Multiple entries from the same individual were prevented using cookies. Participants using the same device (assuming they have not cleared their cache and cookies) would be notified that they have previously submitted the survey. The survey did not log IP addresses of respondents and log file analysis was not used. The view rate and participation rate were not calculated as the online survey was widely shared through social media outlets and local advertisements.
Study outcomes and measures
The primary outcome of interest was COVID-19 vaccination status, which was defined as having received at least one dose of any COVID-19 vaccine. The secondary outcome of interest was willingness to be vaccinated in their current perinatal state (preconception, pregnant, lactating) among unvaccinated individuals.
Respondents’ attitudes towards COVID-19 vaccines were captured using questions about their worries and beliefs about the vaccines. Vaccinated individuals were asked about their reasons for getting vaccinated and unvaccinated respondents were asked about factors that would motivate them to get vaccinated. Respondents were asked about their main sources of COVID-19 information.
Socio-demographic information collected included age, race/ethnicity, sexual orientation, marital status, primary language, education, and income. Health related history included any pre-existing health conditions and information on COVID-19 infection.
Characteristics of the sample were summarized using frequencies and percentages. Two sets of analyses were conducted for each outcome. The first was to assess the factors associated with vaccination status among the total sample. The second was restricted to unvaccinated respondents, to assess factors associated with willingness to be vaccinated. The analyses were run in each sample, and then stratified by each of the reproductive status sub-groups (preconception, pregnant, lactating).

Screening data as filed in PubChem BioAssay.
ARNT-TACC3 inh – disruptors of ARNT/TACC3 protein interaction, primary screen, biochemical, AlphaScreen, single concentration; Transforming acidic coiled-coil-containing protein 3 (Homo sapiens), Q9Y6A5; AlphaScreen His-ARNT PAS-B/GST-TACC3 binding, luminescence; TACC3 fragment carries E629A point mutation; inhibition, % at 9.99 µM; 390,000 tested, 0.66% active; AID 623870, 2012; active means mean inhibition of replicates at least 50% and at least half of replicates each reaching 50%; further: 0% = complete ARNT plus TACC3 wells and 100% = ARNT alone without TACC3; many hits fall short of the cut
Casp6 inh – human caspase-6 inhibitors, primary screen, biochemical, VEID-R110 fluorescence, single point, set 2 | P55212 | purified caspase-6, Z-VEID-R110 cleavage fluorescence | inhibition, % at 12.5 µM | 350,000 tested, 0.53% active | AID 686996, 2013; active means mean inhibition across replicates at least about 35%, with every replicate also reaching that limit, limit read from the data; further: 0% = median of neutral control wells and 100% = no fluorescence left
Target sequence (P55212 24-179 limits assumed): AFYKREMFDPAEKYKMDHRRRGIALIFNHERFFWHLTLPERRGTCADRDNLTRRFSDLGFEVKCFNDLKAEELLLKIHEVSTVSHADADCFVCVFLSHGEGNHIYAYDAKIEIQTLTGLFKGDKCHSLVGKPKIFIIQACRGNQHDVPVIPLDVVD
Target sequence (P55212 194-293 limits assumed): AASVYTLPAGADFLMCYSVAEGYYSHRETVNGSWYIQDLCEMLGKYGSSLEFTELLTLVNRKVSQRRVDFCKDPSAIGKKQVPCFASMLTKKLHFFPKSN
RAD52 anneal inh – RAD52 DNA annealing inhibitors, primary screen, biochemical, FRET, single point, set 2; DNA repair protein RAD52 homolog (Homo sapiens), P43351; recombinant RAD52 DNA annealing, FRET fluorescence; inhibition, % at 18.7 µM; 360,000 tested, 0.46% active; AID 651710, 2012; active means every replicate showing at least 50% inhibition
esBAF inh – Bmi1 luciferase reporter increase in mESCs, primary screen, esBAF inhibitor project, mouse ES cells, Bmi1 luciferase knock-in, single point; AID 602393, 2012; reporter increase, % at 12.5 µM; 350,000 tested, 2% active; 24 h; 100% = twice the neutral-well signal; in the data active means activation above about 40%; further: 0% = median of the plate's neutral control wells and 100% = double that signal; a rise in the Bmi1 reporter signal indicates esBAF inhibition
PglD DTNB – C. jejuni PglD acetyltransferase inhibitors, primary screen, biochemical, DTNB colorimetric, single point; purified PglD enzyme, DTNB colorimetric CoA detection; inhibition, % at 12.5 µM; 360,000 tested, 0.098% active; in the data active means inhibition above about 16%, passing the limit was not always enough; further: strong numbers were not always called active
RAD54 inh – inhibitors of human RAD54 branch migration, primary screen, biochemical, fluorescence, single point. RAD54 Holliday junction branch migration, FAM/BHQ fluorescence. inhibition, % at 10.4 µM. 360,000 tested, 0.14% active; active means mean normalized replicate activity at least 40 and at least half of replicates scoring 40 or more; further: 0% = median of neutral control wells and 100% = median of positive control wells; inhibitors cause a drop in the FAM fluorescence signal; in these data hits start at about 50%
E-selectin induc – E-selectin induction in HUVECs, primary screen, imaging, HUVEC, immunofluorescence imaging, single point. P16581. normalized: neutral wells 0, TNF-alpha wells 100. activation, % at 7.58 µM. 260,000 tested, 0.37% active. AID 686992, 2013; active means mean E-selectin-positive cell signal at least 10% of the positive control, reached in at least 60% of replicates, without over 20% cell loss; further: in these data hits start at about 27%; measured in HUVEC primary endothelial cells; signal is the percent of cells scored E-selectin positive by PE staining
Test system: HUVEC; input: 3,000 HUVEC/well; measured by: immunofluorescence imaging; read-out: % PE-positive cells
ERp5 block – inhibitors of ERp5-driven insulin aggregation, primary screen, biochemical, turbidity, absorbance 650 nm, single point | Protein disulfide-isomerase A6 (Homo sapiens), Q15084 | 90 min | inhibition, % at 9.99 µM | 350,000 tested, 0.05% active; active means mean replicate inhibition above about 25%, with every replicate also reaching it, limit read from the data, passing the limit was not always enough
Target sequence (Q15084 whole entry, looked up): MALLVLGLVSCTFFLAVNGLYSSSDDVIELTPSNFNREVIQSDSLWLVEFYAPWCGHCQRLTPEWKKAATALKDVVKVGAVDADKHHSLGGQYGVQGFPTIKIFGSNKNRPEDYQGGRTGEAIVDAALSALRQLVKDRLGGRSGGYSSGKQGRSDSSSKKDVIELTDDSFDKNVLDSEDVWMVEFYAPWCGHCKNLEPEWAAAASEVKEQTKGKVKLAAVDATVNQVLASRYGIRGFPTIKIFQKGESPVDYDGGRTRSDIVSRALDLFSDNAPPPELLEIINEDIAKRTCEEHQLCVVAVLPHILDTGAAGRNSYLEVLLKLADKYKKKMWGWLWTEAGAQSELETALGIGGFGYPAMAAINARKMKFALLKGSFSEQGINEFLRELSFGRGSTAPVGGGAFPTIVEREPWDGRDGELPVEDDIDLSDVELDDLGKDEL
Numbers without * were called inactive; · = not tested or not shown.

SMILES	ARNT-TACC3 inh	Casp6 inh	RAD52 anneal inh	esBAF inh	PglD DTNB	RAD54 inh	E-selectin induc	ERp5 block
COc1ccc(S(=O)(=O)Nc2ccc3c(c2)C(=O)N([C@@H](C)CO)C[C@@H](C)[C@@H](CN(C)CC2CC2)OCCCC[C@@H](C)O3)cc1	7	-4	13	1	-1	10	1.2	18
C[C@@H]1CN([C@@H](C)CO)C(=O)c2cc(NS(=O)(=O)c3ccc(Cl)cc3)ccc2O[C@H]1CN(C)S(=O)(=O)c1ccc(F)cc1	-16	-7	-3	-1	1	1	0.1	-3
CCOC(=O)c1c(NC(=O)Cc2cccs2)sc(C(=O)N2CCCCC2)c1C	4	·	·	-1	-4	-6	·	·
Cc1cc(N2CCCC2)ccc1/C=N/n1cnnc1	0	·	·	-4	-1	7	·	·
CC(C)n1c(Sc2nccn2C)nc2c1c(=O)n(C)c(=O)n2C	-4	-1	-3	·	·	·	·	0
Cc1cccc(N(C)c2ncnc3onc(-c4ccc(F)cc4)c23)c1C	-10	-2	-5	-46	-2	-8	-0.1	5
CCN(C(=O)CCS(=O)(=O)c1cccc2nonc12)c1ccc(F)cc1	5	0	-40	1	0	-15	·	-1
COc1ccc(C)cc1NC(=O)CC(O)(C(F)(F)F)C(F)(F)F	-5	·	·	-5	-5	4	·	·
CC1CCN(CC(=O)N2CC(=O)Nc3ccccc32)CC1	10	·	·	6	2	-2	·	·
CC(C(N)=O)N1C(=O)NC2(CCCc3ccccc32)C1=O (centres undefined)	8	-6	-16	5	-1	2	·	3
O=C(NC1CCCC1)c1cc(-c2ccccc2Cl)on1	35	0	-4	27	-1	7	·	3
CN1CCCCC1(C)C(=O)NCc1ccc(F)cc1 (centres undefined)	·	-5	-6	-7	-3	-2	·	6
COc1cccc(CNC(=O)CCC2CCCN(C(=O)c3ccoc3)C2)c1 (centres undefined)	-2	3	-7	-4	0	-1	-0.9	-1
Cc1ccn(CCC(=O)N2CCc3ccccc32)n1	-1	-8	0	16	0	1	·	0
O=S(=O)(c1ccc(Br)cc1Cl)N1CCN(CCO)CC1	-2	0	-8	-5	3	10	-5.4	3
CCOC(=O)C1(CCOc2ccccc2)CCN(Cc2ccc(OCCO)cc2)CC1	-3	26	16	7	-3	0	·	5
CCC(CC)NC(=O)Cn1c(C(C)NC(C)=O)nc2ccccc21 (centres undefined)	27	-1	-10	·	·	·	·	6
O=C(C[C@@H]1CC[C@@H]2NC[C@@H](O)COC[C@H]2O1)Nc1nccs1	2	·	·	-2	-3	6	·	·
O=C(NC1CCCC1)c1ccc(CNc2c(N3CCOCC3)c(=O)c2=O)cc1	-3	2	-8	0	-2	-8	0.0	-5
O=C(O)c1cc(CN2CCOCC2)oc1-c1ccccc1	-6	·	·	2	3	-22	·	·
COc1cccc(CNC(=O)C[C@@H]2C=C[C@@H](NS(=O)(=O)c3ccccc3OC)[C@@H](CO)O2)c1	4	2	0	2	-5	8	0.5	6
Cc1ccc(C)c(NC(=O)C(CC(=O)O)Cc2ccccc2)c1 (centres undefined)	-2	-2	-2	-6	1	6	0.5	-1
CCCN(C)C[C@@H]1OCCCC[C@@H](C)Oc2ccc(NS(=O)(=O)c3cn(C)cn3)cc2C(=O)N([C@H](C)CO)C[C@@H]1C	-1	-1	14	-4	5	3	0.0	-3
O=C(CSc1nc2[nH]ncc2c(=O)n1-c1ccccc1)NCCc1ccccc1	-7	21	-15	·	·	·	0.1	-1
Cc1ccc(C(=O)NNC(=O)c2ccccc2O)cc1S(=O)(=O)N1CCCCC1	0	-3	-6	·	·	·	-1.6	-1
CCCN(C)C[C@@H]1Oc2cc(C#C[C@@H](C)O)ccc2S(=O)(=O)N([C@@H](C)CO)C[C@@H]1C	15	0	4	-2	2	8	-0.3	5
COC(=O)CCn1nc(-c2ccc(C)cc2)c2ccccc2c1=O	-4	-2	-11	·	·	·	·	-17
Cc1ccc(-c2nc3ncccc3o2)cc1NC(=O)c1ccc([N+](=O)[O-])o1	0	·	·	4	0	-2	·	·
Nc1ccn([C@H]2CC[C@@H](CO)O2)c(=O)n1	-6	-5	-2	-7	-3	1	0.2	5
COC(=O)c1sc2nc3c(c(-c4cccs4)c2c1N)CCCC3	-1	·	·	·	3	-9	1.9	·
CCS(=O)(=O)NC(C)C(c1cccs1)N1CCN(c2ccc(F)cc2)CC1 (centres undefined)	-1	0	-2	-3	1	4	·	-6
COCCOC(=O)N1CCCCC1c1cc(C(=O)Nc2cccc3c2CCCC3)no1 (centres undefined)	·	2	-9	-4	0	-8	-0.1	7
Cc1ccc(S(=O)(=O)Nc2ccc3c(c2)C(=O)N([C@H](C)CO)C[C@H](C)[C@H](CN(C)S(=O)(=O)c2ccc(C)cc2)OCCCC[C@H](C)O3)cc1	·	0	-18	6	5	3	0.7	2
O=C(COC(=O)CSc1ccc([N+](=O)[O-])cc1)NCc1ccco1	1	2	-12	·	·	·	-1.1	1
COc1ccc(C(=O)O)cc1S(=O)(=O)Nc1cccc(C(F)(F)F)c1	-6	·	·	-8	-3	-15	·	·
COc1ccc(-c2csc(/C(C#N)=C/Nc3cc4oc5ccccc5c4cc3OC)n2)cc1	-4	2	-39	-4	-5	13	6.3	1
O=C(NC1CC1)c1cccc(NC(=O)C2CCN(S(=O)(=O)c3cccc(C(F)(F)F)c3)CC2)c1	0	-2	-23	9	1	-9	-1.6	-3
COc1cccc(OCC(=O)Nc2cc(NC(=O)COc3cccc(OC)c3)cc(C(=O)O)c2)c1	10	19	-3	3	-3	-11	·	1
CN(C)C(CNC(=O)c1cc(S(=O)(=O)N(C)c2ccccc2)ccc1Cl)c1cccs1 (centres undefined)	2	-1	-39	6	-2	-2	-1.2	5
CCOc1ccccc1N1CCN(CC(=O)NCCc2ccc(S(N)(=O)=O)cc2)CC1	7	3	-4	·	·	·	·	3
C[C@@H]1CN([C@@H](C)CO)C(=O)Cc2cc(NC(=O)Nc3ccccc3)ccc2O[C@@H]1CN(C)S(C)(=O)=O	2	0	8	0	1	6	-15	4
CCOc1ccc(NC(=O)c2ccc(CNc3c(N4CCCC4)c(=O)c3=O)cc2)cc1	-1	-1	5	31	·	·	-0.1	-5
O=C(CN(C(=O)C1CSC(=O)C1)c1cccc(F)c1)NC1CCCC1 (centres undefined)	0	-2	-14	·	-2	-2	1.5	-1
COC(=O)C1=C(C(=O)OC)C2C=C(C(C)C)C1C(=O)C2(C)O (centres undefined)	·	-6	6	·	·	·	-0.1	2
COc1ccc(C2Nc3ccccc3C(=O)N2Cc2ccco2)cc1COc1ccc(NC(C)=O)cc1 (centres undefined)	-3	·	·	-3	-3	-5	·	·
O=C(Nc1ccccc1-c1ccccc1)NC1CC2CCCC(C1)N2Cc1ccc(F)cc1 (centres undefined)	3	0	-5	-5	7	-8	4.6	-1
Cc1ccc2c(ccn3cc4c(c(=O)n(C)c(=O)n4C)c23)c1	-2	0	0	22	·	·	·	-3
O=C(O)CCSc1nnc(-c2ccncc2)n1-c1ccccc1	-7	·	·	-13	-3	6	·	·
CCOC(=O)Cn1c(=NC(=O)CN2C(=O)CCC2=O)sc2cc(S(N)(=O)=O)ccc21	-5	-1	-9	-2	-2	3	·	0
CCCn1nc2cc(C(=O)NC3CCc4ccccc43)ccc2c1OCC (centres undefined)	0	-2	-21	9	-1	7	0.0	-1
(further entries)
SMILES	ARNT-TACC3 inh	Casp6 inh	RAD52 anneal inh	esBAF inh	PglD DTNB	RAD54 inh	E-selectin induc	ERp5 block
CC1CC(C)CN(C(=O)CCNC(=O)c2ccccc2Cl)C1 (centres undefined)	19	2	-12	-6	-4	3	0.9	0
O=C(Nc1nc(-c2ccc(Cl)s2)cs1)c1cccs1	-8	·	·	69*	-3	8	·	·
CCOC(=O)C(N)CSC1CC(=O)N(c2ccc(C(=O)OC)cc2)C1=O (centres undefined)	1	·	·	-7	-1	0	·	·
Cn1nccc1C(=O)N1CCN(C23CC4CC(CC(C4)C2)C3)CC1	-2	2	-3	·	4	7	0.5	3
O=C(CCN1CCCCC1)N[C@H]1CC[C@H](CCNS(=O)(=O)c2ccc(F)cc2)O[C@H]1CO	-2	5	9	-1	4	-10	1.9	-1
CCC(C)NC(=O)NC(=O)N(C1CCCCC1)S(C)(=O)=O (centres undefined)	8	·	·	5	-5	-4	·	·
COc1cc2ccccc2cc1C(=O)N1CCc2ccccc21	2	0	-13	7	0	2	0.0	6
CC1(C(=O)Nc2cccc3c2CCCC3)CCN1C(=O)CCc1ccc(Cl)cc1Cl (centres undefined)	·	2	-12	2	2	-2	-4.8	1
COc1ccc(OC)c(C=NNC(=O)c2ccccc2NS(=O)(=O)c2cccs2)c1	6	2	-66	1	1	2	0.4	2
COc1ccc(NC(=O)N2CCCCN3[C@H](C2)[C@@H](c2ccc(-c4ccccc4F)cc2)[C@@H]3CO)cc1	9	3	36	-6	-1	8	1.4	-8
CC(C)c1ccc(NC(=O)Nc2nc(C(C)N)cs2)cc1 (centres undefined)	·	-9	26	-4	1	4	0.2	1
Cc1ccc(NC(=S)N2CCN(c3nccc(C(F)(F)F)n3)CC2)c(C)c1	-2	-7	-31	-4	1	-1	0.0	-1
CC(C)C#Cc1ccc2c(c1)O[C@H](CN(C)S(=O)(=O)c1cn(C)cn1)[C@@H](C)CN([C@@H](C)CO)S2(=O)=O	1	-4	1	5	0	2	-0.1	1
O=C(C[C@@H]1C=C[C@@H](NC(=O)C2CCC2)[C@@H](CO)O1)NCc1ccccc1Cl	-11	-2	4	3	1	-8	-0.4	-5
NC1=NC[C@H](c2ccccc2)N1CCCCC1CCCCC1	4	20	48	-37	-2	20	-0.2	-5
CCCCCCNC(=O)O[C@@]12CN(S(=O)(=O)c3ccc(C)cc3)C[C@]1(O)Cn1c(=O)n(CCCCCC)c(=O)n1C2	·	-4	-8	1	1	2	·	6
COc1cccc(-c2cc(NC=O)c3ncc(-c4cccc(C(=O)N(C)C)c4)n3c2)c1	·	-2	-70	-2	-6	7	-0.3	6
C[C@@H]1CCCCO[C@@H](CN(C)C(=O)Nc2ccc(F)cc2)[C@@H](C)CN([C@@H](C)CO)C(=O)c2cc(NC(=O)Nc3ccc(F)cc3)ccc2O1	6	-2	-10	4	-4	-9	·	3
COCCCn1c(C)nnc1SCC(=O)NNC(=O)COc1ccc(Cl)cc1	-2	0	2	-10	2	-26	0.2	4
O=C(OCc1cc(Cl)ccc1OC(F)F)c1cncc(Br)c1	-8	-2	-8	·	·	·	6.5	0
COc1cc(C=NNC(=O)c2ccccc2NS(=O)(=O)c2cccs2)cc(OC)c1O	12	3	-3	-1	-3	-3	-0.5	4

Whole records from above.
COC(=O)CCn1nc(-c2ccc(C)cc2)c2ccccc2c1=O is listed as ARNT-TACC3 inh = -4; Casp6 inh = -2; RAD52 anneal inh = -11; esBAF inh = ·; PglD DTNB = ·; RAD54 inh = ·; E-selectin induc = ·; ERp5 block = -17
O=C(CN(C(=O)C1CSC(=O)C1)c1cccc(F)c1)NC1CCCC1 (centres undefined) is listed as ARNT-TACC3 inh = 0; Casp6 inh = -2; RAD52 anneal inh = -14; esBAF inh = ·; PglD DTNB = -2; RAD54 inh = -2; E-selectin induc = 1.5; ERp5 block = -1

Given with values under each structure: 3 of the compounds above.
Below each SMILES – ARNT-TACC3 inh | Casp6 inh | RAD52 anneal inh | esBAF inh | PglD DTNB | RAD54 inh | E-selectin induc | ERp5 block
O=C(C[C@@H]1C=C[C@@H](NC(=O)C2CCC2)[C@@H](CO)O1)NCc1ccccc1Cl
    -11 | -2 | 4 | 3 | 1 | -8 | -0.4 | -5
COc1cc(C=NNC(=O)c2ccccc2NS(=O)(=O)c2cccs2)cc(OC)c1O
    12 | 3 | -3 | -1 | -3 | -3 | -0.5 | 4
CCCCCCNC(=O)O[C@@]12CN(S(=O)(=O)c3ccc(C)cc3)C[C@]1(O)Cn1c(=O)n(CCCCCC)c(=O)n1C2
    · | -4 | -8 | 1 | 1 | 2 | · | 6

To investigate factors most strongly associated with vaccination status and the willingness to be vaccinated among the unvaccinated, we conducted logistic regression models in each sub-group to generate odds ratios (OR) and 95% confidence intervals (CI). We included the eight variables in the multivariable logistic regression models: four different worries (i.e. may lead to infertility, pregnancy loss or stillbirth, problems with fetal growth and development, problems with future behavioral neurodevelopmental problems for child), two different beliefs (i.e. has a good understanding of how the COVID-19 vaccines works, COVID-19 vaccine is effective), spoken to a HCP about vaccines during the perinatal period, and the date that the survey was completed, to account for variability in the availability of the vaccine or changes to COVID-19 related policies. Analyses were conducted using SAS 9.4.
This study received approval from the Ottawa Health Science Network Research Ethics Board [20210167-01H].